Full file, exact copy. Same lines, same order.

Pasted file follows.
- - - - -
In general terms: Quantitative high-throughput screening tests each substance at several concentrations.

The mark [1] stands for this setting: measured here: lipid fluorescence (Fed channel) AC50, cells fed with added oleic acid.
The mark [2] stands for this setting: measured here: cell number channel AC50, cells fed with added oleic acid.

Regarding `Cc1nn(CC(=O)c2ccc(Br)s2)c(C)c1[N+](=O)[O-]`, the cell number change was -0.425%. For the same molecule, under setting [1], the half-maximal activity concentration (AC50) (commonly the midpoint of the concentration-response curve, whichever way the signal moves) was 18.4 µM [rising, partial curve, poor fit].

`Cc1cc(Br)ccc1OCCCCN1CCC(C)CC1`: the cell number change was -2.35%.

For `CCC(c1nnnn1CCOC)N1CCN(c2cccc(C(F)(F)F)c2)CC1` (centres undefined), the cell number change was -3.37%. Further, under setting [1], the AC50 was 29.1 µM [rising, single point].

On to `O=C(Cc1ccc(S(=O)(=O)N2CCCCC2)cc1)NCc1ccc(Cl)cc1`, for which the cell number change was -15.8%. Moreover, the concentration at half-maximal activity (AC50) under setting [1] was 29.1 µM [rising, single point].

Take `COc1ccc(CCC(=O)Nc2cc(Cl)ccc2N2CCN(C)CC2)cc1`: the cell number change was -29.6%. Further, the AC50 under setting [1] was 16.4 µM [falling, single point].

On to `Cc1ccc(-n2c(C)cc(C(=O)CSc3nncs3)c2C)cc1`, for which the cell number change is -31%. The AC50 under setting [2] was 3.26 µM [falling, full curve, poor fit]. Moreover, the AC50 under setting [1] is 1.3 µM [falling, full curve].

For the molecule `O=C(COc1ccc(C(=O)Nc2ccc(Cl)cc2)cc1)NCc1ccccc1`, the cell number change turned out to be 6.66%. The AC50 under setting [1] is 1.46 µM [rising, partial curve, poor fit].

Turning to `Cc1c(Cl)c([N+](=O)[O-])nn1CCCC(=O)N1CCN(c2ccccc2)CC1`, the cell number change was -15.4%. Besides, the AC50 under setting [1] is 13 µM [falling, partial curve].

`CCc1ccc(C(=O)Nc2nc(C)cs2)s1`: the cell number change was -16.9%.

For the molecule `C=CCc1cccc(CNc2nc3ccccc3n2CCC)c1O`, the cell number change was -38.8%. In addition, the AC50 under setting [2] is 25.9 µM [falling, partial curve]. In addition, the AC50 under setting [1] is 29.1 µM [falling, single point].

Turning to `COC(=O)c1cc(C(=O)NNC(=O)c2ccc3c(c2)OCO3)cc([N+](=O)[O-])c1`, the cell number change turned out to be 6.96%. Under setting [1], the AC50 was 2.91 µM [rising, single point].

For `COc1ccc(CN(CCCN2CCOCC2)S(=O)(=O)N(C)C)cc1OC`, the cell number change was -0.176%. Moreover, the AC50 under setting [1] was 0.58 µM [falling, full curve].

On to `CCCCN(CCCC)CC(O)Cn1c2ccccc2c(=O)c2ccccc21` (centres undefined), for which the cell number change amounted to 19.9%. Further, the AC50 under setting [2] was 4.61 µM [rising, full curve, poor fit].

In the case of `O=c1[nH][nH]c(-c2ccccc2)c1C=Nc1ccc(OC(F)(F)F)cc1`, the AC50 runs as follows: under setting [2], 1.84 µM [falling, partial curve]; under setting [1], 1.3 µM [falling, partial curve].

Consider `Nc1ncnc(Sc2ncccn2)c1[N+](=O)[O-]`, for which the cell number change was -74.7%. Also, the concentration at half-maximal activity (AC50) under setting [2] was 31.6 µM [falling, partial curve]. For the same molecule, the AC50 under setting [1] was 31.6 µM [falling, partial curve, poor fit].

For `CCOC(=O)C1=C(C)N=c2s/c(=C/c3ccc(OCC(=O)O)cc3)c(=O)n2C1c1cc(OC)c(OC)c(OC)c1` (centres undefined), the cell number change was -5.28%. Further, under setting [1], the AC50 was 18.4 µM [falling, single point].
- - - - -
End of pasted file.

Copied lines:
In general terms: Quantitative high-throughput screening tests each substance at several concentrations.

The mark [1] stands for this setting: measured here: lipid fluorescence (Fed channel) AC50, cells fed with added oleic acid.
The mark [2] stands for this setting: measured here: cell number channel AC50, cells fed with added oleic acid.

Regarding `Cc1nn(CC(=O)c2ccc(Br)s2)c(C)c1[N+](=O)[O-]`, the cell number change was -0.425%. For the same molecule, under setting [1], the half-maximal activity concentration (AC50) (commonly the midpoint of the concentration-response curve, whichever way the signal moves) was 18.4 µM [rising, partial curve, poor fit].

`Cc1cc(Br)ccc1OCCCCN1CCC(C)CC1`: the cell number change was -2.35%.

For `CCC(c1nnnn1CCOC)N1CCN(c2cccc(C(F)(F)F)c2)CC1` (centres undefined), the cell number change was -3.37%. Further, under setting [1], the AC50 was 29.1 µM [rising, single point].

On to `O=C(Cc1ccc(S(=O)(=O)N2CCCCC2)cc1)NCc1ccc(Cl)cc1`, for which the cell number change was -15.8%. Moreover, the concentration at half-maximal activity (AC50) under setting [1] was 29.1 µM [rising, single point].

Take `COc1ccc(CCC(=O)Nc2cc(Cl)ccc2N2CCN(C)CC2)cc1`: the cell number change was -29.6%. Further, the AC50 under setting [1] was 16.4 µM [falling, single point].

On to `Cc1ccc(-n2c(C)cc(C(=O)CSc3nncs3)c2C)cc1`, for which the cell number change is -31%. The AC50 under setting [2] was 3.26 µM [falling, full curve, poor fit]. Moreover, the AC50 under setting [1] is 1.3 µM [falling, full curve].

For the molecule `O=C(COc1ccc(C(=O)Nc2ccc(Cl)cc2)cc1)NCc1ccccc1`, the cell number change turned out to be 6.66%. The AC50 under setting [1] is 1.46 µM [rising, partial curve, poor fit].

Turning to `Cc1c(Cl)c([N+](=O)[O-])nn1CCCC(=O)N1CCN(c2ccccc2)CC1`, the cell number change was -15.4%. Besides, the AC50 under setting [1] is 13 µM [falling, partial curve].

`CCc1ccc(C(=O)Nc2nc(C)cs2)s1`: the cell number change was -16.9%.

For the molecule `C=CCc1cccc(CNc2nc3ccccc3n2CCC)c1O`, the cell number change was -38.8%. In addition, the AC50 under setting [2] is 25.9 µM [falling, partial curve]. In addition, the AC50 under setting [1] is 29.1 µM [falling, single point].

Turning to `COC(=O)c1cc(C(=O)NNC(=O)c2ccc3c(c2)OCO3)cc([N+](=O)[O-])c1`, the cell number change turned out to be 6.96%. Under setting [1], the AC50 was 2.91 µM [rising, single point].

For `COc1ccc(CN(CCCN2CCOCC2)S(=O)(=O)N(C)C)cc1OC`, the cell number change was -0.176%. Moreover, the AC50 under setting [1] was 0.58 µM [falling, full curve].

On to `CCCCN(CCCC)CC(O)Cn1c2ccccc2c(=O)c2ccccc21` (centres undefined), for which the cell number change amounted to 19.9%. Further, the AC50 under setting [2] was 4.61 µM [rising, full curve, poor fit].

In the case of `O=c1[nH][nH]c(-c2ccccc2)c1C=Nc1ccc(OC(F)(F)F)cc1`, the AC50 runs as follows: under setting [2], 1.84 µM [falling, partial curve]; under setting [1], 1.3 µM [falling, partial curve].

Consider `Nc1ncnc(Sc2ncccn2)c1[N+](=O)[O-]`, for which the cell number change was -74.7%. Also, the concentration at half-maximal activity (AC50) under setting [2] was 31.6 µM [falling, partial curve]. For the same molecule, the AC50 under setting [1] was 31.6 µM [falling, partial curve, poor fit].

For `CCOC(=O)C1=C(C)N=c2s/c(=C/c3ccc(OCC(=O)O)cc3)c(=O)n2C1c1cc(OC)c(OC)c(OC)c1` (centres undefined), the cell number change was -5.28%. Further, under setting [1], the AC50 was 18.4 µM [falling, single point].